Barbara Fischer, executive director and chief curator of the Justina M. Barnicke Gallery at Hart House, is curating the Nuit Blanche installation Taking To The Streets, an exploration of protest in Queen’s Park. The site’s history of “innumerable uprisings and public manifestations from those who feel invisible,” as Fischer puts it, will rise up in participating works like Hazel Meyer’s Where Once Stood A Bandstand For Cruising & Shelter.
Queen’s Park may be the site of the province’s legislature, but it has a dual life as a gay cruising spot, which was under police surveillance in the 1970s. In the tradition of activist banner drops, which made social justice demands in conspicuous spaces, Fischer will unfurl large-scale banners attesting to Queen’s Parks multiple identities through time, particularly those that “Toronto the Good” would rather sweep under the rug.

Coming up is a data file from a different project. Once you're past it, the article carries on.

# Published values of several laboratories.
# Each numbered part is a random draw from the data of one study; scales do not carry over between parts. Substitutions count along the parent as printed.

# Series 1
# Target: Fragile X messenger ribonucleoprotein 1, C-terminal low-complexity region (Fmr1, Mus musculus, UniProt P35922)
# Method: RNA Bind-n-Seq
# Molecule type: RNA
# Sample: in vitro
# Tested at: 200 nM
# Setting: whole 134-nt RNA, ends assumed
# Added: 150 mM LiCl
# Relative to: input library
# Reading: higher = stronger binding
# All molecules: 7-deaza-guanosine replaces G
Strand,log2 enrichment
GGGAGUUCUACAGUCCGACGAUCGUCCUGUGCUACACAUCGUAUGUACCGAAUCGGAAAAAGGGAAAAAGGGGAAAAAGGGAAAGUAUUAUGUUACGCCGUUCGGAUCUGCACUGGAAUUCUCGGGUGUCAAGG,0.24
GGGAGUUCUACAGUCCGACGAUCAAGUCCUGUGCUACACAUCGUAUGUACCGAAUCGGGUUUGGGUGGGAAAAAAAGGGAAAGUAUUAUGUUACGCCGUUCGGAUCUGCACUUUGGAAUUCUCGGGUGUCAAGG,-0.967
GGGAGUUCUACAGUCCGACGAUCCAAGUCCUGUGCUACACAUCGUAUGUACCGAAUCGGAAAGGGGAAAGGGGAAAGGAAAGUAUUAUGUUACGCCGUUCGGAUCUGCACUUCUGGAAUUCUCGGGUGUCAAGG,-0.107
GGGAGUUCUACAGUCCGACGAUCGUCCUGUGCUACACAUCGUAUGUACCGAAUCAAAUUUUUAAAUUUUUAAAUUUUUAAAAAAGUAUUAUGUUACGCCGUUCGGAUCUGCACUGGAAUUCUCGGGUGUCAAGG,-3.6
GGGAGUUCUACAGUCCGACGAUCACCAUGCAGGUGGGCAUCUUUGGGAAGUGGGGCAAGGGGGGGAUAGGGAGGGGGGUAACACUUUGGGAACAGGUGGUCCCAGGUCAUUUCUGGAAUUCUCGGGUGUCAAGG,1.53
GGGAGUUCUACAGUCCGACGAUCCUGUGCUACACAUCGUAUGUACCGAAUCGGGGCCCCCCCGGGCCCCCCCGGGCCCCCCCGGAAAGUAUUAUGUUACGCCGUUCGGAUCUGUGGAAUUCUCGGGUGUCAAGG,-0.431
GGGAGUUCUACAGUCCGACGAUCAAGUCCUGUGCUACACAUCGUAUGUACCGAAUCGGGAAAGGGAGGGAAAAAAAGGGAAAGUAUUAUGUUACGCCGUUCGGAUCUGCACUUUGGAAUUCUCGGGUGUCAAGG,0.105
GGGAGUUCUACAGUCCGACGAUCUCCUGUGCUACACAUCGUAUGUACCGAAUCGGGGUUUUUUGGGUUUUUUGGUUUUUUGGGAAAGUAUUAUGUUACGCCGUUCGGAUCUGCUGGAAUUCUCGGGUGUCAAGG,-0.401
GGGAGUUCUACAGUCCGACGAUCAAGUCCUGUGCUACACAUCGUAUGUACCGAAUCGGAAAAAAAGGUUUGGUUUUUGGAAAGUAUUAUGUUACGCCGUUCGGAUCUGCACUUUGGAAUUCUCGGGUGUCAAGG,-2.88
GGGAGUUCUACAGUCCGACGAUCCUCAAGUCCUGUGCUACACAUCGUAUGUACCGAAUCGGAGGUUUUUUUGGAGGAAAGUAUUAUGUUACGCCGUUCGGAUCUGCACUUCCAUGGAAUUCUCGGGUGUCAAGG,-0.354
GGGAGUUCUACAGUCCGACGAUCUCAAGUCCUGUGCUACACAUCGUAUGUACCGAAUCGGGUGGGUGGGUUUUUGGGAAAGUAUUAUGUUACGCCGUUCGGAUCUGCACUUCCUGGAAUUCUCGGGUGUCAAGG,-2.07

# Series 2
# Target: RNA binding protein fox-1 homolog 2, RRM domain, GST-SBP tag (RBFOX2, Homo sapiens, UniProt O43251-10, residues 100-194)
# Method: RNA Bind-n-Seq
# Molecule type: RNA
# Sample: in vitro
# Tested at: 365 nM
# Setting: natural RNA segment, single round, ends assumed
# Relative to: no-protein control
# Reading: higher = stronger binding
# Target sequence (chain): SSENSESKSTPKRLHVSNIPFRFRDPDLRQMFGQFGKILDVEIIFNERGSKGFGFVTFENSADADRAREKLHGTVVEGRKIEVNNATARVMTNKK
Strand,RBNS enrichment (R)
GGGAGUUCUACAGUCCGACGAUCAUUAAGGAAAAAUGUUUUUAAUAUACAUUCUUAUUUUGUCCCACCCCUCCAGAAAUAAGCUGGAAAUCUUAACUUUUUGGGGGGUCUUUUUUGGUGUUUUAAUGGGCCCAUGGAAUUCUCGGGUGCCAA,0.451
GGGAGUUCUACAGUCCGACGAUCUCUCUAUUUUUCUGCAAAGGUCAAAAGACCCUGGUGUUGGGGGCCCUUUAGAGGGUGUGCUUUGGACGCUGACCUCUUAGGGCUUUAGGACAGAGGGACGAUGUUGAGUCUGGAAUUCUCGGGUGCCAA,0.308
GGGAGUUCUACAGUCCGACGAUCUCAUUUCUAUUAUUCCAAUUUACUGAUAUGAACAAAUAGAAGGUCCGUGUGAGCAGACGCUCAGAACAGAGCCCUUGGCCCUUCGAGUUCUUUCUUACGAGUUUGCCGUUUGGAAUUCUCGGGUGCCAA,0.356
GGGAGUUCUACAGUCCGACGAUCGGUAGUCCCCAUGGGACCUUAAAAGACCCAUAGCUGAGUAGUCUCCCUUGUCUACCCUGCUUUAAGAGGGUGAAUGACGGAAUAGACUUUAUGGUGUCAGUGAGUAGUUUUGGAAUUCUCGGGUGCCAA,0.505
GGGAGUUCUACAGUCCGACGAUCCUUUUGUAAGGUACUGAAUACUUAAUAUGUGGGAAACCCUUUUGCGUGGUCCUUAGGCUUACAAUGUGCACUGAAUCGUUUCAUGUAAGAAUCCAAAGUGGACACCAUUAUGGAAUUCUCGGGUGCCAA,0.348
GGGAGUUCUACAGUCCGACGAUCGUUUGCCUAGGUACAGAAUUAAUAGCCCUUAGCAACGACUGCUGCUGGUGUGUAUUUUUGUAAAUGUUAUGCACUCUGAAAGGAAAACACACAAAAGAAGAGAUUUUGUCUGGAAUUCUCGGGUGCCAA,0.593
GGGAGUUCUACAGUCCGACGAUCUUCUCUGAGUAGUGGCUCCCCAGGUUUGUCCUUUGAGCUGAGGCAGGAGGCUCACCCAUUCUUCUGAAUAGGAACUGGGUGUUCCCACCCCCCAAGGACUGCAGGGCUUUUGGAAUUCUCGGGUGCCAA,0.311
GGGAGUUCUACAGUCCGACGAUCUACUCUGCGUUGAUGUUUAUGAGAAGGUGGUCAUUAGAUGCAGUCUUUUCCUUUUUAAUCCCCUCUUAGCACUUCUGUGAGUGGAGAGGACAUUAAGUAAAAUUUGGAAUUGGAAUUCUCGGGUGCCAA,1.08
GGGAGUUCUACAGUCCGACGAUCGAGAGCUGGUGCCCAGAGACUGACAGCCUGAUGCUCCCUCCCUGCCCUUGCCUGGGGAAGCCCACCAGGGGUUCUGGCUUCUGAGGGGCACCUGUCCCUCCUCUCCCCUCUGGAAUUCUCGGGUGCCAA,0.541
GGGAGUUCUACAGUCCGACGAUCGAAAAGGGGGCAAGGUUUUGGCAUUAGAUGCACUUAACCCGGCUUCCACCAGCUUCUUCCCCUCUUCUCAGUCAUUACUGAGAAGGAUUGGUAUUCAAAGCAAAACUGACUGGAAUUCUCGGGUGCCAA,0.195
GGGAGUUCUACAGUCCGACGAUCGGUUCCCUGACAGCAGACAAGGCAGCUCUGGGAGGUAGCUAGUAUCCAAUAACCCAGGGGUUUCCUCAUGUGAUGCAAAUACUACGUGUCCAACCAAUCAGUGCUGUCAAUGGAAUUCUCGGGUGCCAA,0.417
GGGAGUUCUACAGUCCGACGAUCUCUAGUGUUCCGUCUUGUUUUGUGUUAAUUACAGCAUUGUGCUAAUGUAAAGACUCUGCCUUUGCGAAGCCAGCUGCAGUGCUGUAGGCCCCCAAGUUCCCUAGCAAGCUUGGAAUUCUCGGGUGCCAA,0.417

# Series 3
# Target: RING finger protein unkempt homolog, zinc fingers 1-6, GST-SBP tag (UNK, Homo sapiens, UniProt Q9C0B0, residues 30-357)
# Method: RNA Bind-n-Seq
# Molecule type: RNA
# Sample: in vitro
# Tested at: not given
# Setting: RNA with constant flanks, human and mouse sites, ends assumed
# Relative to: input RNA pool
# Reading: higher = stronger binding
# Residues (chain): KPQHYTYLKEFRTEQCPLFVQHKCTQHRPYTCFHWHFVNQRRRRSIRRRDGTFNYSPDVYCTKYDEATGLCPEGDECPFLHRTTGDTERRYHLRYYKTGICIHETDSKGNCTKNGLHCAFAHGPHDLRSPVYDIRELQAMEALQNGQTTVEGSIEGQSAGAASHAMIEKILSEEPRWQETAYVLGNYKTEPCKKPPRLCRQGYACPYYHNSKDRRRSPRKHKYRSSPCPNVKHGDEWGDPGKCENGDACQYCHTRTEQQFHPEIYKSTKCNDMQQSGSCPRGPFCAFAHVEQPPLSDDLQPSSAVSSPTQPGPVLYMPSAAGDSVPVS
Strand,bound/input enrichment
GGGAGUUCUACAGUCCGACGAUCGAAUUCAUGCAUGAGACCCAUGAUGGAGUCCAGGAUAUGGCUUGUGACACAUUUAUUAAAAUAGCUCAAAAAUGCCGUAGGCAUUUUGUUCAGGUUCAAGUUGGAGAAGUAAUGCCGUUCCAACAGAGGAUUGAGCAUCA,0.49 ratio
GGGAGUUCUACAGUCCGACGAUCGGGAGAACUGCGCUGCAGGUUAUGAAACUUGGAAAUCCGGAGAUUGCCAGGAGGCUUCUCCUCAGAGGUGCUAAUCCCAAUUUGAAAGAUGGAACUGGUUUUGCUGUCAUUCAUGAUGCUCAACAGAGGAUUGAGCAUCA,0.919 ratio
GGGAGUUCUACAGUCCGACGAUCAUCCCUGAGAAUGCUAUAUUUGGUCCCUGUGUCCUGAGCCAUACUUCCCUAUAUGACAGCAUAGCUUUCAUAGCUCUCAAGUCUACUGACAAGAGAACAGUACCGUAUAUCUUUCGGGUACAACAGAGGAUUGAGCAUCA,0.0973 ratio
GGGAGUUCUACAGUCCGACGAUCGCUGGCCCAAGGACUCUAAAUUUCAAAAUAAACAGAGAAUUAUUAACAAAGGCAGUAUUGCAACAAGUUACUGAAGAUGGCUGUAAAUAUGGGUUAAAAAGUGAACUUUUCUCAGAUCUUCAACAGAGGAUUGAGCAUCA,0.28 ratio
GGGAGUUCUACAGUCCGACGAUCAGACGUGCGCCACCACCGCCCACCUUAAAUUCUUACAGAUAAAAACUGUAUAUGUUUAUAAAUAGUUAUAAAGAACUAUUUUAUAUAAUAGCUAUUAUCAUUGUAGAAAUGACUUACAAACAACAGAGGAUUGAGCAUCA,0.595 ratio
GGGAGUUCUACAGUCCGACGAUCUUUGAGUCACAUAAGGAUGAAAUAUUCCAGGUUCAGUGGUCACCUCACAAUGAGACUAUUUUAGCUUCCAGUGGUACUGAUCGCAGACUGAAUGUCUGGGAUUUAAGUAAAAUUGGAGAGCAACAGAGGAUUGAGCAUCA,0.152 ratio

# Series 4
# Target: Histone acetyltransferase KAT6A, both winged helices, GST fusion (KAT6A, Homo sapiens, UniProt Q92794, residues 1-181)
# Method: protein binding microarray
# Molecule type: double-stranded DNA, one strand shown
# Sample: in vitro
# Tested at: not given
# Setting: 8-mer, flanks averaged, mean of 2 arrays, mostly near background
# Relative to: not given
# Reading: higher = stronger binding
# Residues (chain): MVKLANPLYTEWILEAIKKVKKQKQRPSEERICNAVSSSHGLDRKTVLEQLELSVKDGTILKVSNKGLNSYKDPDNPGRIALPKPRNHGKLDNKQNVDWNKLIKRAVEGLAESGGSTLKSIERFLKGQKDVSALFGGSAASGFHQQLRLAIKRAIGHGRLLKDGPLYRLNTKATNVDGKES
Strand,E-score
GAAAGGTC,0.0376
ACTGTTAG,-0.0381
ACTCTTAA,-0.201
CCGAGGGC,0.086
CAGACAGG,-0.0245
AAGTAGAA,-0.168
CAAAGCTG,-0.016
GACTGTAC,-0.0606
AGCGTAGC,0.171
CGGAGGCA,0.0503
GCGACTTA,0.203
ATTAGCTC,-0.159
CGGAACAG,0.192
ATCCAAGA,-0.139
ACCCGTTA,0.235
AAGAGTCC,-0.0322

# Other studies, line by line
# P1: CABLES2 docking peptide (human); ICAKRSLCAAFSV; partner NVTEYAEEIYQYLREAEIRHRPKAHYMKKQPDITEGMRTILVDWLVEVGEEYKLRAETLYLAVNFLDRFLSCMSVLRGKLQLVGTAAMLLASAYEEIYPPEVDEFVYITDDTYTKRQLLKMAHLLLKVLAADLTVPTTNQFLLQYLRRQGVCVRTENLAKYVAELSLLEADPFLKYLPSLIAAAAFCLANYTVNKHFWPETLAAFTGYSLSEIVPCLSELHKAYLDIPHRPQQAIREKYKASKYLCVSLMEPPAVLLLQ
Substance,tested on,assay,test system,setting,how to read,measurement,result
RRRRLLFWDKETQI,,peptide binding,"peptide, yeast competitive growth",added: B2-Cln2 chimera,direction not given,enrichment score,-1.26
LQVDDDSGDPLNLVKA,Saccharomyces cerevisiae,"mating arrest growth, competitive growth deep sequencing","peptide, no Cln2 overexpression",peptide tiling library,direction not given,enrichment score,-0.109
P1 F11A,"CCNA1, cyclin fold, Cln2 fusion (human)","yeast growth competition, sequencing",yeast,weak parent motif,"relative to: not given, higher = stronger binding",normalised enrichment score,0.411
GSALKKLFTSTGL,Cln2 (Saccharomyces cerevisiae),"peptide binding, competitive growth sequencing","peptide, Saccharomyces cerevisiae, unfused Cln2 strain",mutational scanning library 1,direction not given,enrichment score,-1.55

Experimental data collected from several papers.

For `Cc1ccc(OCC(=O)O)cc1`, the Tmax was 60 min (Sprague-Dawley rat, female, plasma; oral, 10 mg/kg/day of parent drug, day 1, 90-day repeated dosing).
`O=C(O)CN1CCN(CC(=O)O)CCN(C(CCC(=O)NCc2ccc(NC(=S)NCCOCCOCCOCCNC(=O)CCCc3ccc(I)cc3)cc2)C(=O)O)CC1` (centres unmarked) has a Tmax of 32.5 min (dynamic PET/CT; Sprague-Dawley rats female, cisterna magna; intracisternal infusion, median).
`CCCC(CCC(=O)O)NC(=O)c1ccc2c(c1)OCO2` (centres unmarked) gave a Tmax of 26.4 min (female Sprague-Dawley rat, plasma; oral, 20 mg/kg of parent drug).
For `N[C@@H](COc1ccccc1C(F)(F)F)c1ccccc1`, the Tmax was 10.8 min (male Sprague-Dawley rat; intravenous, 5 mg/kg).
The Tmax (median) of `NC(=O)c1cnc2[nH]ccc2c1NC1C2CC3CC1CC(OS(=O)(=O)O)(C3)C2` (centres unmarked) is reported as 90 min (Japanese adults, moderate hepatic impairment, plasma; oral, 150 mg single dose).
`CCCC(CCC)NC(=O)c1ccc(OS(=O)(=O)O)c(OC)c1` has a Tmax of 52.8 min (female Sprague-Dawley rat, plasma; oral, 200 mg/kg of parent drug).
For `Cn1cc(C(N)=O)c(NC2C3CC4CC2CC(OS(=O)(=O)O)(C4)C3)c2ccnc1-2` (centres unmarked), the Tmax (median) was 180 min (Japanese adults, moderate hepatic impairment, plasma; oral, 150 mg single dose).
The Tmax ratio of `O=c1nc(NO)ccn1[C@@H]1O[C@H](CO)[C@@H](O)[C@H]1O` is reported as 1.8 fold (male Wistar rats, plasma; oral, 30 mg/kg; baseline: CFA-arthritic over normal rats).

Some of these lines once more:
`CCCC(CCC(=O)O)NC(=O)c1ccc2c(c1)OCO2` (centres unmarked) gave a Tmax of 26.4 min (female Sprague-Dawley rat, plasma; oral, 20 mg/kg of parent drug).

“Public art can play a role in restoring public memory,” says Fischer. “Instead of the built environment becoming part of the everyday that people no longer notice, habitually unexamined and unquestioned, we should recognize that it stands for something and to question whether we still agree with what it stands for.”
Director X’s Death Of The Sun was a focal point of Nuit Blanche in 2016.
Like cities across the U.S., Toronto finds itself grappling with problematic public monuments.
Temporary public art interventions should respond through counter-works that contest the power on display.